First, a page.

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Home / Farmers' Kraal with Charles Tjatindi - Subsistence agriculture: Farming between a rock and a hard place

Farmers' Kraal with Charles Tjatindi - Subsistence agriculture: Farming between a rock and a hard place

2021-05-11  Charles Tjatindi

Farmers' Kraal with Charles Tjatindi - Subsistence agriculture: Farming between a rock and a hard place
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Subsistence farming may be defined as the method of farming by which the production of crops or the rearing of animals, is mainly to feed the farmer and his immediate family. The primary aim is not to sell the produce for income. However, sometimes, some of the little surpluses are sold to take care of some basic financial needs of the family.

Despite the fact that this method is popular amongst many farmers in Namibia, it however comes with its own challenges.

One such challenge is that it depends on the rain to do well. For this reason, farming activity is restricted only to the rainy season. Sometimes the rain may fail leading to great losses to the farmer.

The answer to the problem of rainfall is to resort to irrigation for crop farming. However, subsistence farmers are mainly poor rural folks who are cultivating just about between one and five hectares of land. The level of rural poverty does not allow them to venture into irrigation, hence their restriction to farming alone. As for livestock farmers, it is sure death of their livestock when rain does not fall.

Another challenge is that the farm activity is mainly on personal or family lands held by individuals, therefore the farmers are unable to produce much. They produce only to feed their own families. Not much contribution is done towards national production.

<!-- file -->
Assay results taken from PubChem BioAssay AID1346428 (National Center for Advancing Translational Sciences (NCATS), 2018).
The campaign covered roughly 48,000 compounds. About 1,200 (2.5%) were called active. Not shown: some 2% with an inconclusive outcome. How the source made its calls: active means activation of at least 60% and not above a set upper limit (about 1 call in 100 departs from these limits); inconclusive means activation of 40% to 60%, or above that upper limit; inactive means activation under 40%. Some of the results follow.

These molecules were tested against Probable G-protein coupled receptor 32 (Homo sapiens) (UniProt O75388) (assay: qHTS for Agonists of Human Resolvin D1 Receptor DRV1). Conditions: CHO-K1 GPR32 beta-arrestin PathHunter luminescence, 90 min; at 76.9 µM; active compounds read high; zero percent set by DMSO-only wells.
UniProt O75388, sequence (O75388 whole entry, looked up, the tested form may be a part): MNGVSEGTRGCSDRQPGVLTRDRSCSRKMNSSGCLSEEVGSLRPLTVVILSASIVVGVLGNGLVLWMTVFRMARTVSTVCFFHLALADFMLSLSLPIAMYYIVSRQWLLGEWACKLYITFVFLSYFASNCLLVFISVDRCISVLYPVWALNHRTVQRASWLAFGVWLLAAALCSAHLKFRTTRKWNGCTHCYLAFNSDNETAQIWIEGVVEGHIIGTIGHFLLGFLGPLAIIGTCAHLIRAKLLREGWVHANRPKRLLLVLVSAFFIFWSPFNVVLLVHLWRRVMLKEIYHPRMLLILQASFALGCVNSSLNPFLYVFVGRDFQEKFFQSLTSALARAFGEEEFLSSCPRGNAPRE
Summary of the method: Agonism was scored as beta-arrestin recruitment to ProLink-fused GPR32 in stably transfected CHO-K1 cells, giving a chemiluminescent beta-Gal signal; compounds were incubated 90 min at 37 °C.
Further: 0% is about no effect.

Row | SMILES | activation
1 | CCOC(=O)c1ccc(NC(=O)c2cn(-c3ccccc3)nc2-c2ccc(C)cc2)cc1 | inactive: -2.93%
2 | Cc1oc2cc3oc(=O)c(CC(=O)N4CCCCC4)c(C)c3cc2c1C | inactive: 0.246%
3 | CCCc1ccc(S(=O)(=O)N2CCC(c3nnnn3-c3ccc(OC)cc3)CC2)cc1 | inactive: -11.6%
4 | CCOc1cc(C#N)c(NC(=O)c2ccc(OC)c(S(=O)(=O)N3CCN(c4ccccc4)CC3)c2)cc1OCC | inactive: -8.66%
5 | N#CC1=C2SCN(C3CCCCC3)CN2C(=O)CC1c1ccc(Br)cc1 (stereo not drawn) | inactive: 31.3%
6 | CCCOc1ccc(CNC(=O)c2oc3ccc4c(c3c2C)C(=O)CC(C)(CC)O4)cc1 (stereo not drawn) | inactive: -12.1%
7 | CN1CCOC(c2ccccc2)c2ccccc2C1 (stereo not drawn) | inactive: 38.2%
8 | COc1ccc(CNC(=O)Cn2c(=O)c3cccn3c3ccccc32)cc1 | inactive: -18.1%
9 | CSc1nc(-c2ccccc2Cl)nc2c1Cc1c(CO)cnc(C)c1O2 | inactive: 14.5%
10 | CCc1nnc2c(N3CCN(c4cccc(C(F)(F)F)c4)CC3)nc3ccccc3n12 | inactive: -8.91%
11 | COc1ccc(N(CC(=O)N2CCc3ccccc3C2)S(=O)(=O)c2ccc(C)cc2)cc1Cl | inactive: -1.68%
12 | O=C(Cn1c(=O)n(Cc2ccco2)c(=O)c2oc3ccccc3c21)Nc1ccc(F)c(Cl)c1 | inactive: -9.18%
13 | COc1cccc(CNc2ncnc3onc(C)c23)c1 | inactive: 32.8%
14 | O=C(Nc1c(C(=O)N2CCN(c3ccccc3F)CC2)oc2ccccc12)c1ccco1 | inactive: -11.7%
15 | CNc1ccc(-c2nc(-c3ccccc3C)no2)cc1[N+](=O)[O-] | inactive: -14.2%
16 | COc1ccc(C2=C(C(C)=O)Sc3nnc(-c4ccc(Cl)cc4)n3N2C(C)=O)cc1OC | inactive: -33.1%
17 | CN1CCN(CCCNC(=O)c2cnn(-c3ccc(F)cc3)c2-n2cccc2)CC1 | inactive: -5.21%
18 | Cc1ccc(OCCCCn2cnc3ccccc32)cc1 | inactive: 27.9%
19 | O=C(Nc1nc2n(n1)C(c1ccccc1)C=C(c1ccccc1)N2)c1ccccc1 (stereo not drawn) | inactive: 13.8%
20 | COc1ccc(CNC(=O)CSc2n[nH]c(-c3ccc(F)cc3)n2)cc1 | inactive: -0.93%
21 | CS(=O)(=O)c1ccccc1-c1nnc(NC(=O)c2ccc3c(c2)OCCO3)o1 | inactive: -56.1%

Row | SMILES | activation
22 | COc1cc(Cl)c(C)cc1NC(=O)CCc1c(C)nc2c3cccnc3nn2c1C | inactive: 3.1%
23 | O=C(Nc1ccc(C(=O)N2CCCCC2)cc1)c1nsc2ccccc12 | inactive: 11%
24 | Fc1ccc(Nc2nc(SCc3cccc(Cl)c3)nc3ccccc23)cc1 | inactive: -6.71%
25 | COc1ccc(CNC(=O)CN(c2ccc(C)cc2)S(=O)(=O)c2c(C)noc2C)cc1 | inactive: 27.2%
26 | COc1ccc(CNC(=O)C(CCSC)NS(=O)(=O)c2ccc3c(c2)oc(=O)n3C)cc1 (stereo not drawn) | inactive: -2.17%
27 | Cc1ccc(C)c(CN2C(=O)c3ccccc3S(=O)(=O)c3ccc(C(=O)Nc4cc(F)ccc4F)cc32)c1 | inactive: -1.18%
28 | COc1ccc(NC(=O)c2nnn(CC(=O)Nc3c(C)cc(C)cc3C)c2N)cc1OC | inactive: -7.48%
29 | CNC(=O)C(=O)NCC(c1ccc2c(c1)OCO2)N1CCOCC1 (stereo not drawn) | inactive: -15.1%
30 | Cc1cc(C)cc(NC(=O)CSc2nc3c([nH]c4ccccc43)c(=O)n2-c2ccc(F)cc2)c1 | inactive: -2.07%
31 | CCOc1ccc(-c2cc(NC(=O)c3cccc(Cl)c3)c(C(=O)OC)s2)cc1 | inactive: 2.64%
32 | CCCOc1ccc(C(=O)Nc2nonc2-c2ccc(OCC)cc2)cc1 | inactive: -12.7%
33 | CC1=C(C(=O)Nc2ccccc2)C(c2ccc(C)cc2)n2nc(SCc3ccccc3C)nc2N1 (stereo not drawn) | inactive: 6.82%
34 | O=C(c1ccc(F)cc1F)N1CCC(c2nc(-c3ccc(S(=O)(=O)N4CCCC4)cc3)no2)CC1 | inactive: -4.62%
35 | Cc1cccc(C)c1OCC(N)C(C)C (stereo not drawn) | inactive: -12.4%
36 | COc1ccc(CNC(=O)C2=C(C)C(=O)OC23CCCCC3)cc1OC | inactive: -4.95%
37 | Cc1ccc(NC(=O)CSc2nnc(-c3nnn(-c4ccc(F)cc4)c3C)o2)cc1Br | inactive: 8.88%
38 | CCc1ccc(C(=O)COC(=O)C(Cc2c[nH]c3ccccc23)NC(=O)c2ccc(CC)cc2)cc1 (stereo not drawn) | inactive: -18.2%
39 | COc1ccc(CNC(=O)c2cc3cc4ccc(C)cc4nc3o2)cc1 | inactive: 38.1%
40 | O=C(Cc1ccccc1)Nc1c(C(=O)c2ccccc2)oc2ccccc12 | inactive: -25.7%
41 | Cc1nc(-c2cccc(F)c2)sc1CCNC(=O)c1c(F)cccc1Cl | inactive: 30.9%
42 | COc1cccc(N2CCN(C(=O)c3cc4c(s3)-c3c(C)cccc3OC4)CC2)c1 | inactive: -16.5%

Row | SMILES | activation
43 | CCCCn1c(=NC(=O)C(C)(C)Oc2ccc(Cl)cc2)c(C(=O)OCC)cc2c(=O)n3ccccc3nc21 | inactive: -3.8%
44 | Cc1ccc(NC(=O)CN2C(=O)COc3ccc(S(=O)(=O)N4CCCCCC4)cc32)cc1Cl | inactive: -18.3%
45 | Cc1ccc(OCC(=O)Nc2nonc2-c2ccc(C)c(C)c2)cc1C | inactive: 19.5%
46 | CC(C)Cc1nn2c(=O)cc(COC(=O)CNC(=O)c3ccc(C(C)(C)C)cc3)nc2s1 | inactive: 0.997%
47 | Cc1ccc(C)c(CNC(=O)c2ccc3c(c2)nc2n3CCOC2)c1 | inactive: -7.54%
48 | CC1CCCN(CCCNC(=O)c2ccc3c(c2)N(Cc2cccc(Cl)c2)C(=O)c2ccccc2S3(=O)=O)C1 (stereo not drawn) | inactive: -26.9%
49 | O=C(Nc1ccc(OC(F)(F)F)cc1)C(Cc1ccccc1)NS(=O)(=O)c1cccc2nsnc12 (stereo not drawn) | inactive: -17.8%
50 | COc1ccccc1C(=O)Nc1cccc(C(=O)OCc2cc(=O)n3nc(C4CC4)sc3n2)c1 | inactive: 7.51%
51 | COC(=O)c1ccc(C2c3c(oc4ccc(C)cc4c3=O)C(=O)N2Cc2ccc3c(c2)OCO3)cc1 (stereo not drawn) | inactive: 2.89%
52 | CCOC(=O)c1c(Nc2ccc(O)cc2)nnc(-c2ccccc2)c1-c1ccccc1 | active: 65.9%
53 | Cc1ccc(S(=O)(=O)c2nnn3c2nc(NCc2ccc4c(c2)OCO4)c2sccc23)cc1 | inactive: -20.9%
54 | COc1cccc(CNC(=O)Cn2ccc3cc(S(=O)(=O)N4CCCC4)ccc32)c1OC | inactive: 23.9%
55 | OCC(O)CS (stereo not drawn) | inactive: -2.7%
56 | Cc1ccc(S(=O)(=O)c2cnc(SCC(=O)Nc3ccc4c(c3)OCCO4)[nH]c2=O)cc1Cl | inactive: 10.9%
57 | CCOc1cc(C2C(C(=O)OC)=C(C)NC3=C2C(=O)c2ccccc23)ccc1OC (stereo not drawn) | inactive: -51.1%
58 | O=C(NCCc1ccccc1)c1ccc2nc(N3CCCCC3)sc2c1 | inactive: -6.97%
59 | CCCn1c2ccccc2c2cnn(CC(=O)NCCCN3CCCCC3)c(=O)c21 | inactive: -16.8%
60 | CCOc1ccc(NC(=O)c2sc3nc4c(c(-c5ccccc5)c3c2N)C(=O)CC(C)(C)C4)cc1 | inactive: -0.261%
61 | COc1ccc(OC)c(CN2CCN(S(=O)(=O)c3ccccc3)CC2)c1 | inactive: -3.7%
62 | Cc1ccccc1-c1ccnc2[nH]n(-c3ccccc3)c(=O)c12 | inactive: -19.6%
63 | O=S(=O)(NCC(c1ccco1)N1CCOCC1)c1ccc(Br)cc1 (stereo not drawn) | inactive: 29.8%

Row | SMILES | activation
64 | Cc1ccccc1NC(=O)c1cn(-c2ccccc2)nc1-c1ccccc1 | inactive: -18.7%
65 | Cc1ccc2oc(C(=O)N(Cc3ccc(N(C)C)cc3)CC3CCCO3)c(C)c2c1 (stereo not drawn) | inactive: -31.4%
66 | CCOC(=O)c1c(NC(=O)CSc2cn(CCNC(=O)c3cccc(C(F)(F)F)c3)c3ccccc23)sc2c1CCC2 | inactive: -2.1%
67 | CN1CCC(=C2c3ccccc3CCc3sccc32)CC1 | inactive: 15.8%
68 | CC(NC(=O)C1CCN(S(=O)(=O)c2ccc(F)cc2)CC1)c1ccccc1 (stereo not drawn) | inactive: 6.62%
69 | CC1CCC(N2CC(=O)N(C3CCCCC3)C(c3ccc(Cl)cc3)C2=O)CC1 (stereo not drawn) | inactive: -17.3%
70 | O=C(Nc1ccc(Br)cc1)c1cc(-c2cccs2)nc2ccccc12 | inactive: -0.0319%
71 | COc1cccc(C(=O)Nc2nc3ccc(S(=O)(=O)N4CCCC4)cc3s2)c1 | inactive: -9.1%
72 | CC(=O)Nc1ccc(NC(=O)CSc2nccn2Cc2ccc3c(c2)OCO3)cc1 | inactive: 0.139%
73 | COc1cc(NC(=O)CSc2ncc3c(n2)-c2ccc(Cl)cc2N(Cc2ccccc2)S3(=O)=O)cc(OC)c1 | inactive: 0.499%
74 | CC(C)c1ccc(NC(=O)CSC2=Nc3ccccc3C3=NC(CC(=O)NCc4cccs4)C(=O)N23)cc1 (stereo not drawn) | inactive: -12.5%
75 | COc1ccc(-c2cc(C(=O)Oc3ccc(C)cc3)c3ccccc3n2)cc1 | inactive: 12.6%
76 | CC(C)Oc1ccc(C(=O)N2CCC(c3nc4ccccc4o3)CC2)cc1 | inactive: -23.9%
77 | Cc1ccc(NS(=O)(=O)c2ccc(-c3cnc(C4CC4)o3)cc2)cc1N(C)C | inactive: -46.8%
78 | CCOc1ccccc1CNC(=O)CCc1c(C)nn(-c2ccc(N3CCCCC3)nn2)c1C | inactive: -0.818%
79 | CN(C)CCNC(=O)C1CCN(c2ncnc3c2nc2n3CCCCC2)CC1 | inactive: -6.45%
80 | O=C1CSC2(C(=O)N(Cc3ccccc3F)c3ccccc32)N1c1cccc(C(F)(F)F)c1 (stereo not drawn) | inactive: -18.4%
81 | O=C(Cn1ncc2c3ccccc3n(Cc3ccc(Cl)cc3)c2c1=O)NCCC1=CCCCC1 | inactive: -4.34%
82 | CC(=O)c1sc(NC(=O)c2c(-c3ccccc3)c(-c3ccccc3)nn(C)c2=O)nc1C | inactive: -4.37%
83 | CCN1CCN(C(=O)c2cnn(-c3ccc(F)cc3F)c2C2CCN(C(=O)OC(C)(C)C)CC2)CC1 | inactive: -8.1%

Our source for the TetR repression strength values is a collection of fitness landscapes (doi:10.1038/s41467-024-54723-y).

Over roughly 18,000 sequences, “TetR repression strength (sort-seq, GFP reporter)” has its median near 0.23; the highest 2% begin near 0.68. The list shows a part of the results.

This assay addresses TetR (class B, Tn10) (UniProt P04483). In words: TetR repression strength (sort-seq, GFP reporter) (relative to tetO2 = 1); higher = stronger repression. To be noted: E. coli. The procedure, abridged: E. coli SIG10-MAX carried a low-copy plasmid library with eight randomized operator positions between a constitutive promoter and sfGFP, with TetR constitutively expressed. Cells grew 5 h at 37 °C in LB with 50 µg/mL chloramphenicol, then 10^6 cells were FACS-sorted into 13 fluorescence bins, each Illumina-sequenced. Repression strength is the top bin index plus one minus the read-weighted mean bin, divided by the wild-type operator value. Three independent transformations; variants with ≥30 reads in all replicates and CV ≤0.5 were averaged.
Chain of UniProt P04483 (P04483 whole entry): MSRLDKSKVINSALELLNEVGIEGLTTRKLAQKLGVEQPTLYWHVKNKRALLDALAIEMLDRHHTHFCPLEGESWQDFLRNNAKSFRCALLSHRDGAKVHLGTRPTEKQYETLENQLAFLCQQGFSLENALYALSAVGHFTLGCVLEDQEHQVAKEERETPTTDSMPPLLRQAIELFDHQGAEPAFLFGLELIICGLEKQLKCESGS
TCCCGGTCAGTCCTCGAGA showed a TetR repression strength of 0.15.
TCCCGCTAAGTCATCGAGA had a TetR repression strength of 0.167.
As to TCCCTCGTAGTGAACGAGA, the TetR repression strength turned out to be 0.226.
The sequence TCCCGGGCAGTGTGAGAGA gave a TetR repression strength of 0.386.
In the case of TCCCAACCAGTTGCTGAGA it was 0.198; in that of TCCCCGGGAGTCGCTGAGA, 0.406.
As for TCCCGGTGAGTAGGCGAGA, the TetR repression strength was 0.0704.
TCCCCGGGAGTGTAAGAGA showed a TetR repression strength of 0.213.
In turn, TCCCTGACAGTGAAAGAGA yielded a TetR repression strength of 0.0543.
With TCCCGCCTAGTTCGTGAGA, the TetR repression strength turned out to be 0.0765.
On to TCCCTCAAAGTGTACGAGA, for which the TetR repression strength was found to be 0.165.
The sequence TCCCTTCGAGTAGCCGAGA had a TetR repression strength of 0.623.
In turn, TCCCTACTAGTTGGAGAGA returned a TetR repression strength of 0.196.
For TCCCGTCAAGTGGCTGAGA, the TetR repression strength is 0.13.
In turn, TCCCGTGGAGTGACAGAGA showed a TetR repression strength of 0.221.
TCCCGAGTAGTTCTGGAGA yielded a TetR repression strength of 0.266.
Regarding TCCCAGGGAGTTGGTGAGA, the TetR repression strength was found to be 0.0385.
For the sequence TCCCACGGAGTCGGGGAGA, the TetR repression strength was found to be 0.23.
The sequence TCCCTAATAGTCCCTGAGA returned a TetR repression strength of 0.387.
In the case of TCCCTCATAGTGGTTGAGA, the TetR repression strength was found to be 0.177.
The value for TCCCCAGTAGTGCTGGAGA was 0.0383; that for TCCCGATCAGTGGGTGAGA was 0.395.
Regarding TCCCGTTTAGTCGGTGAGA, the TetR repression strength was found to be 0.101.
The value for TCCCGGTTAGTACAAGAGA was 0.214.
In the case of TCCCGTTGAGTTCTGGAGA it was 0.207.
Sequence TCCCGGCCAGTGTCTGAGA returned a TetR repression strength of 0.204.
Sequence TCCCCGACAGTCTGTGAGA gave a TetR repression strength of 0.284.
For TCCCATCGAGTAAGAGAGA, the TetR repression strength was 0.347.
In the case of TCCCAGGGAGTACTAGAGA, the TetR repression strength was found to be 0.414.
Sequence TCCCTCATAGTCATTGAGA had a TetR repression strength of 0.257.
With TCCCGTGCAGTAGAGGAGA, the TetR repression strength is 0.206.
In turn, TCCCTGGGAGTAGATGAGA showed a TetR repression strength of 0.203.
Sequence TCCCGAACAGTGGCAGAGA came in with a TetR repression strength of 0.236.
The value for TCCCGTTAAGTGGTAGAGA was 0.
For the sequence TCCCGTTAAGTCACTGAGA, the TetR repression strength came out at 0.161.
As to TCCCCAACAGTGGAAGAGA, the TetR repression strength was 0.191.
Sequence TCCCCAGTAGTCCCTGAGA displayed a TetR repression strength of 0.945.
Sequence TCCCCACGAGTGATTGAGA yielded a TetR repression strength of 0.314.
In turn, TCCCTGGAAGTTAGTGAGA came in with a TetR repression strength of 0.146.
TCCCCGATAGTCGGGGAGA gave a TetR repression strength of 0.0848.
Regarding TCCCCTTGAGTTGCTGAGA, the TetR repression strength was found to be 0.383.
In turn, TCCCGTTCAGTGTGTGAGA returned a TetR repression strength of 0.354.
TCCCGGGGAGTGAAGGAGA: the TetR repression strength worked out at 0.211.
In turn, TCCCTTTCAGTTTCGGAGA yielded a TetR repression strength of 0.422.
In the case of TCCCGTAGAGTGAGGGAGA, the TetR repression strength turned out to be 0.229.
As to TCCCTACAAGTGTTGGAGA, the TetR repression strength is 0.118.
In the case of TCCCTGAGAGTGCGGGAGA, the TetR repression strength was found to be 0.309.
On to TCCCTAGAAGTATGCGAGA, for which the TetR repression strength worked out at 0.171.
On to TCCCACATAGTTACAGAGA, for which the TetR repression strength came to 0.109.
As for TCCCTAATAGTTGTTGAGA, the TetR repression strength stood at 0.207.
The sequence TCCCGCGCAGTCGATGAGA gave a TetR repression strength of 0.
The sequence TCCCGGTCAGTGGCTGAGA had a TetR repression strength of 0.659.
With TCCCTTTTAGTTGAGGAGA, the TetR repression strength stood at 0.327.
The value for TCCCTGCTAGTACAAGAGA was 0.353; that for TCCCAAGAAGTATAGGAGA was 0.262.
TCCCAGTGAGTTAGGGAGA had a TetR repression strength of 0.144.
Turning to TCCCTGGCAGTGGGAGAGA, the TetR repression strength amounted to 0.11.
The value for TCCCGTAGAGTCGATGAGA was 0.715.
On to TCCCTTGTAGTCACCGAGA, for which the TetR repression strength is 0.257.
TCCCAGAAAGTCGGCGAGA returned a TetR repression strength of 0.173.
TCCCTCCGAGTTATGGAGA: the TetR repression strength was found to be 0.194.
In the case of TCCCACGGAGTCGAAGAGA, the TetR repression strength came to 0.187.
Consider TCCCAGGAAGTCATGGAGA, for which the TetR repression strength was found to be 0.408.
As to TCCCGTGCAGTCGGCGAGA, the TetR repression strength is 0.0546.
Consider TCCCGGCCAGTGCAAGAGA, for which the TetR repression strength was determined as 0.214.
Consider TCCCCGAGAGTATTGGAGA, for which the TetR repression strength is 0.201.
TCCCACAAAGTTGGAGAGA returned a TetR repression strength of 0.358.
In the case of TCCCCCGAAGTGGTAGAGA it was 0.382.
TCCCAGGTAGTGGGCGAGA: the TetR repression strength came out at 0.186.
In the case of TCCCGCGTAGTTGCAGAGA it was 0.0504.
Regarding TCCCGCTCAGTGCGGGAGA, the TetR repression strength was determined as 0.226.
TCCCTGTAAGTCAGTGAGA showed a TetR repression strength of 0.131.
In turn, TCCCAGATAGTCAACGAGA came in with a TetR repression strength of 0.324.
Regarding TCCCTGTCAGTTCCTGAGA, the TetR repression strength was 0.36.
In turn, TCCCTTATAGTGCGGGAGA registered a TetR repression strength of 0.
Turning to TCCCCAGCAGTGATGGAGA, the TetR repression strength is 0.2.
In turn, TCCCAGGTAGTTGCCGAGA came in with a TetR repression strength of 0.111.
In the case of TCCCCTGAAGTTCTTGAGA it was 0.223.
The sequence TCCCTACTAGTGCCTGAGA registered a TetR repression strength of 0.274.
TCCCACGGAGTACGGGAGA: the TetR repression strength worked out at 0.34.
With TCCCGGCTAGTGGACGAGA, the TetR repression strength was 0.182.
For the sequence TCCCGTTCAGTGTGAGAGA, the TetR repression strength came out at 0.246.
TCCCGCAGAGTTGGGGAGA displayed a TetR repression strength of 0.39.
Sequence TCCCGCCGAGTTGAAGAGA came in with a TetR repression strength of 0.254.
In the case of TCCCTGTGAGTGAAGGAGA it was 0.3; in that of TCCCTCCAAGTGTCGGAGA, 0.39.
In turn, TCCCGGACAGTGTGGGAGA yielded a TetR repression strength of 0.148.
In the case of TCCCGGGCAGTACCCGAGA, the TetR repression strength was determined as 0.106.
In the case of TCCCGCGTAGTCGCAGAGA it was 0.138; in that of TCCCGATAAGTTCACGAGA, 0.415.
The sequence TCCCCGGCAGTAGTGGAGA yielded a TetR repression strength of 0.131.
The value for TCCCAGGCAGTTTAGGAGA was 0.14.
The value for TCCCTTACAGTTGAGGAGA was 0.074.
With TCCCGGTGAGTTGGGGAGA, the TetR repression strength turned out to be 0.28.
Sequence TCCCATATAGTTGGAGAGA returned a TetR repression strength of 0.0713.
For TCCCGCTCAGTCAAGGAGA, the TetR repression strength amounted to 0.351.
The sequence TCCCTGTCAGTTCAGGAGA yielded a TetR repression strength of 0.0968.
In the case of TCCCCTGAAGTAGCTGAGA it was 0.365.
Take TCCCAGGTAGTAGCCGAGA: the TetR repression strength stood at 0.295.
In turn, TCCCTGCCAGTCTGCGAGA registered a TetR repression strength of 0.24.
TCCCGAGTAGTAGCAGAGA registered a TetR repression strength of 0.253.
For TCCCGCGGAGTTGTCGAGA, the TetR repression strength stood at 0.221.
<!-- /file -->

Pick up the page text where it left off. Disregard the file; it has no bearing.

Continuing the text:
The level of production is therefore very low, intended to feed only the family. If any surpluses are sold to other people, it is not to make any meaningful profit. It is only to make ends meet. So subsistence farming does not lead to financial profits in the real sense of the word.

Private entrepreneurs enter farming for business purposes. Their aim is to make profits. This being so, they are not attracted to subsistence farming. This is because there is no profit to be made. They prefer to engage in large commercial farming.

Another disadvantage of subsistence farming is that the farmers cannot take advantage of increased demand for their produce. The reason is that they can only produce so much and therefore even if the demand for their product increases, they cannot take advantage of it. Their output is constantly low.

Subsistence farming does have its benefits; for starters, it is much cheaper than any other farming type.

The reason is that it does not require the huge investments as would otherwise have been needed by a commercial farmer. The implements that are used are easy to acquire and mostly not expensive.

Another advantage of subsistence methods of farming is that it does not require the hiring of labour. The main source of labour is the children and the immediate family members of the farmer. The effect is that money is not expended on labour.  This being so, the money for hiring labour is diverted to take care of other pressing matters of the family. Also, to become subsistence a farmer does not require any specialised skills or any high level of education. All that is needed is the ability to handle the hoe and cutlass and to plant according to the traditional timing of the locality. For these reasons, it is easy for folks to enter into subsistence farming.

So, if you are thinking of going the subsistence farming way, there are the hard choices you have to make. In the end, it all depends on whether it satisfies your need and yearning for a fulfilled farmer’s living.  The choice is yours. 

 -tjatindi@gmail.com


2021-05-11  Charles Tjatindi

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